Produce management is focus of working group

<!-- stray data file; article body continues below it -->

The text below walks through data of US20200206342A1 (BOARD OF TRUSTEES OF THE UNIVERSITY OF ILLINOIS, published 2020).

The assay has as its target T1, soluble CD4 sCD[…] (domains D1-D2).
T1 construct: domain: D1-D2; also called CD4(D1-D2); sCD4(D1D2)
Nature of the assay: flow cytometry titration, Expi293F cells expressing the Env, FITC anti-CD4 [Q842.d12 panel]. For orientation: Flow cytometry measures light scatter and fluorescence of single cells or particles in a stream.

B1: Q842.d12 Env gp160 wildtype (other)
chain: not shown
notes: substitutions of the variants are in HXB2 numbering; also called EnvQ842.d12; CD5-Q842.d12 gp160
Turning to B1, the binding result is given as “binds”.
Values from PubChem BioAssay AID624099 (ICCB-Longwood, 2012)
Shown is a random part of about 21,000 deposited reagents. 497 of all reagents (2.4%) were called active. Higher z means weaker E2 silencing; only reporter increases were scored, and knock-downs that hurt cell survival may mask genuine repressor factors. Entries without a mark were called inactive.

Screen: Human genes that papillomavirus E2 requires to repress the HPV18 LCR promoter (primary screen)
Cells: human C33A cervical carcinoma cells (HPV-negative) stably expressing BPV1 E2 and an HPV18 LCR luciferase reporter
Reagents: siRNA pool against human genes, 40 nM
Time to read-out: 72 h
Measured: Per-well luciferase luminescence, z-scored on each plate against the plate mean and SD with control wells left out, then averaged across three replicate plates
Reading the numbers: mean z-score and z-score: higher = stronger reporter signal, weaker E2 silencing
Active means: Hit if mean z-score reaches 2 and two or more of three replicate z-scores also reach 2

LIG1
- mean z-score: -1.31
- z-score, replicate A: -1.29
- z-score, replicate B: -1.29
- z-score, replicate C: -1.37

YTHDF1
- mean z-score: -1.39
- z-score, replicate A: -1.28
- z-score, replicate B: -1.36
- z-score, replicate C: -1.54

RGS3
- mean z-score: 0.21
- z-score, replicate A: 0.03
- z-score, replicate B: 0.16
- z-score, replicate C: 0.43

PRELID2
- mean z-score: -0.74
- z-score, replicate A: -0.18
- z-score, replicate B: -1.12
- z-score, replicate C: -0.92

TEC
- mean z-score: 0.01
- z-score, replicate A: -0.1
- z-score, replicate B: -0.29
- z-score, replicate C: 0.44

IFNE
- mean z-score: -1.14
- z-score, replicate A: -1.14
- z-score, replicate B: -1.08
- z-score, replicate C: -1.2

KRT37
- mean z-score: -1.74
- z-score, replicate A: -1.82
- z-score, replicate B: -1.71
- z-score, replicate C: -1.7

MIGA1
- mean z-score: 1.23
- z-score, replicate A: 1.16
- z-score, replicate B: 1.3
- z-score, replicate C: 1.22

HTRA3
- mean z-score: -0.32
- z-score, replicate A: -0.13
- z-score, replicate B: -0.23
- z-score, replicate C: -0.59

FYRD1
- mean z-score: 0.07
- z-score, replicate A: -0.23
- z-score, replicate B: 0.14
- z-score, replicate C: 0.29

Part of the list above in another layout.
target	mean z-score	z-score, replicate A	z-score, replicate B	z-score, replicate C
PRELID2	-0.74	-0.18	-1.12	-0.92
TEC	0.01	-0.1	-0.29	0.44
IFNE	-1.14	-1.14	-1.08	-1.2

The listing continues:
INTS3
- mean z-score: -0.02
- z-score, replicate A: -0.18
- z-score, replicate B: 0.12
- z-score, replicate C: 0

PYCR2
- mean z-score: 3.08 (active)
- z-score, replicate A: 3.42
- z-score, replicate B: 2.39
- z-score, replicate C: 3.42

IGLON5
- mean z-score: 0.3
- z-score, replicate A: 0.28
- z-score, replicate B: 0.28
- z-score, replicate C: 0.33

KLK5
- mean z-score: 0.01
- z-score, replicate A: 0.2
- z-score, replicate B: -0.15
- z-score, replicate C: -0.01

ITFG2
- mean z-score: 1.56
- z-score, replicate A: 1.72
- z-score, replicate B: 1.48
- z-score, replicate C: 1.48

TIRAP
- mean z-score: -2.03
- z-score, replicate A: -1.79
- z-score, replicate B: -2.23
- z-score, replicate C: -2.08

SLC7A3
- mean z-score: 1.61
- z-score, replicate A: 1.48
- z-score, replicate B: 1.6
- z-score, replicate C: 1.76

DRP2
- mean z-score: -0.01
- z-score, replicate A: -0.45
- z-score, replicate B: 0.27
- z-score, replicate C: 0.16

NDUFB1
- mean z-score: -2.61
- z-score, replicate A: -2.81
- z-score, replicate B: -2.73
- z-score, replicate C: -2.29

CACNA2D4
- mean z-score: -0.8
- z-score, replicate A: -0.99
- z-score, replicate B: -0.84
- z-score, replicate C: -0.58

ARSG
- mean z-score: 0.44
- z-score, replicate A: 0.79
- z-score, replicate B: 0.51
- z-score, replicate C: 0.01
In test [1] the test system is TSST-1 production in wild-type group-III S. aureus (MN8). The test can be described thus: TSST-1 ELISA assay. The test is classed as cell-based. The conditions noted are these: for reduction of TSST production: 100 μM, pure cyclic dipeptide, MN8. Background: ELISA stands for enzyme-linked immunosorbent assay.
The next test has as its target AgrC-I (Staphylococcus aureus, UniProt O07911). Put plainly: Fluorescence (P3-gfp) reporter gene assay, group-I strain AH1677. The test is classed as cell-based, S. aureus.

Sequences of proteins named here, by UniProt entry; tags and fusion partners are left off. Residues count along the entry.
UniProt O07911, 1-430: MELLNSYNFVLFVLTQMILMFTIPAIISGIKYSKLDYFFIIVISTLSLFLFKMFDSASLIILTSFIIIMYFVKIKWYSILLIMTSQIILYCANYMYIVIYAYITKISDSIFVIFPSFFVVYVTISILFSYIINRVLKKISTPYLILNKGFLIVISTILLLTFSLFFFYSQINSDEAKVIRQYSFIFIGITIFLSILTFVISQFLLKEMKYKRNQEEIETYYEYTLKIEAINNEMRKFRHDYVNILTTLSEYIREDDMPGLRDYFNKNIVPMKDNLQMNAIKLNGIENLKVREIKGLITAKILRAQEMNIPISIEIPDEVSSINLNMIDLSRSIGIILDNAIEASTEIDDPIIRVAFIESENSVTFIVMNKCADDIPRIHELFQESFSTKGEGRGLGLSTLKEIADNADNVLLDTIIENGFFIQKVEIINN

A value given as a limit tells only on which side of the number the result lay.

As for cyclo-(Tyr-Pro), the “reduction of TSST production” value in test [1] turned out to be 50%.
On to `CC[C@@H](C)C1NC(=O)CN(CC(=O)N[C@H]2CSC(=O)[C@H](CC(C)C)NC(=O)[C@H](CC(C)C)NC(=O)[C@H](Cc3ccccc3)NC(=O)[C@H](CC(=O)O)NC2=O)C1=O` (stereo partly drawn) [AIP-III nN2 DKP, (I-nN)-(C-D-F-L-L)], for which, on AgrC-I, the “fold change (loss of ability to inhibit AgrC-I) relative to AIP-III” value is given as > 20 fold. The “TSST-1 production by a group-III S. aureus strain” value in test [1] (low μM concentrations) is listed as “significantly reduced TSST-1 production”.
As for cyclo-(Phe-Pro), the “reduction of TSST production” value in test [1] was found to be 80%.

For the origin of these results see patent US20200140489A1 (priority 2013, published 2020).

Farm News staff writerAMES – Members of the Iowa-based Fruit and Vegetable Working Group met last week at the Memorial Union building on the Iowa State University campus to learn from industry leaders and share and discuss ideas each had to help improve their businesses.According to the group, a survey of Iowa fruit and vegetable growers showed that the major challenges are marketing, labor and post-harvest handling. Other pressing issues include finding ways to increase profitability by extending the growing season with technologies such as high tunnels and storage facilities.Those issues and more were discussed during the meeting. Chris Blanchard, Rock Spring Farm from Decorah provided for a group a history of his family’s vegetable and herb farm, answering questions and offering advice.Blanchard, whose main markets are near Decorah, Rochester and the Twin Cities, explained that market farming isn’t, and never has been, the traditional model of a family farm.It was during the extensive history telling of his family’s business where he explained to the attendees about his extended season and post-harvest handling. Blanchard worked with the FVWG to develop a post-harvest handling decision tool that will be used to aid new and existing vegetable growers. “It can be difficult to find how to make decisions,” Blanchard said. “The intended audience will be producers just getting started and expanding producers.”It will also most likely be for small- and medium-sized vegetable farmers.“The decision tool will provide a cost analysis for system upgrades, Blanchard said, and help users to adapt new developments. The tool may also include a model spreadsheet that will aid in determining the volume and labor productivity breakpoints for purchasing new equipment, the estimated time saved by upgrading, and the maximum recommended volume for specific pieces of equipment.In order to make the tool suitable for most vegetable growers, said Margaret Smith, FVWG coordinator, and program specialist in Value Added Agriculture Extension at ISU, organizers are designing a summary of eight producers. In the summary they are finding out what their capital start up costs were, the variable costs of production each year, labor inputs and yield and income levels from the last eight years.It is expected the tool may become available within the next few years. Laura Frerichs, of Loon Organics Farm in Hutchinson, Minn., shared how she and her husband have become successful in growing organic foods.Frerichs said they have just finished their fourth season and are currently upgrading to more acres after purchasing their own farm.The couple each got their start and some experience from working on various different vegetable farms.When they decided to start their own business, they rented land and living space and took things slow by borrowing equipment from an established vegetable farm and previous employer.They continued to work part-time at the established farm which allowed for them to continue learning and get off-farm income. The off-farm income, she said made it possible for the farm income to go back into supporting the farm.It was this low-risk financial situation, she said that allowed them to make mistakes, get feedback, and improve in the crucial first couple years.The slow beginning also gave them the chance to decide if farming is something they wanted to pursue.”It gave us a place for us to get our legs,” said Frerichs.Other strategies Frerichs mentioned included joining a farmer-based agricultural organization, and engage in farmer-to-farmer learning opportunities such as tours, field days, conference and workshops.One particular move the couple has made that she suggests all farmers look into is enrolling in farm financial planning and analysis with a farm business management instructor. By doing this, they have not only been given expert advice, but they have gained knowledge of how bank loans are conducted and farm programs are handled.Sally Worley, communications and horticulture project manager for Practical Farmers of Iowa offered a brief overview of PFI’s new Season Extension Project.”The No. 1 priority with fruit and vegetable growers for extending their season is for more income for themselves and more produce for consumers,” Worley said.The project includes all aspects it takes to extend a grower’s season and their main focus for this year is to do some on-farm cooperation with the testing of a corn-furnace supplying heat to a greenhouse and the economics, planting schedules and labor involved.Worley said the upcoming year would also bring field days and workshops specializing in the Season Extension Project.Linda Naeve presented production research for fruits and vegetables in high tunnels in Iowa, with the ISU Value Added Agriculture Program and Extension horticulturalist.The “tunnels to tables” project is now in its second year, according to Naeve. The project is exploring the opportunities for fruit and vegetable producers to extend their growing season by using high tunnels.High tunnels resemble greenhouses but are much cheaper to erect and maintain. The unheated, plastic-covered structures are being used to grow higher value crops for an extended number of months out of the year by protecting crops from killing frosts and allowing for them to be planted earlier.Other subjects for discussions included post-harvest handling, marketing, labor, season extension and start up operations.Contact Kriss Nelson at firstname.lastname@example.org.
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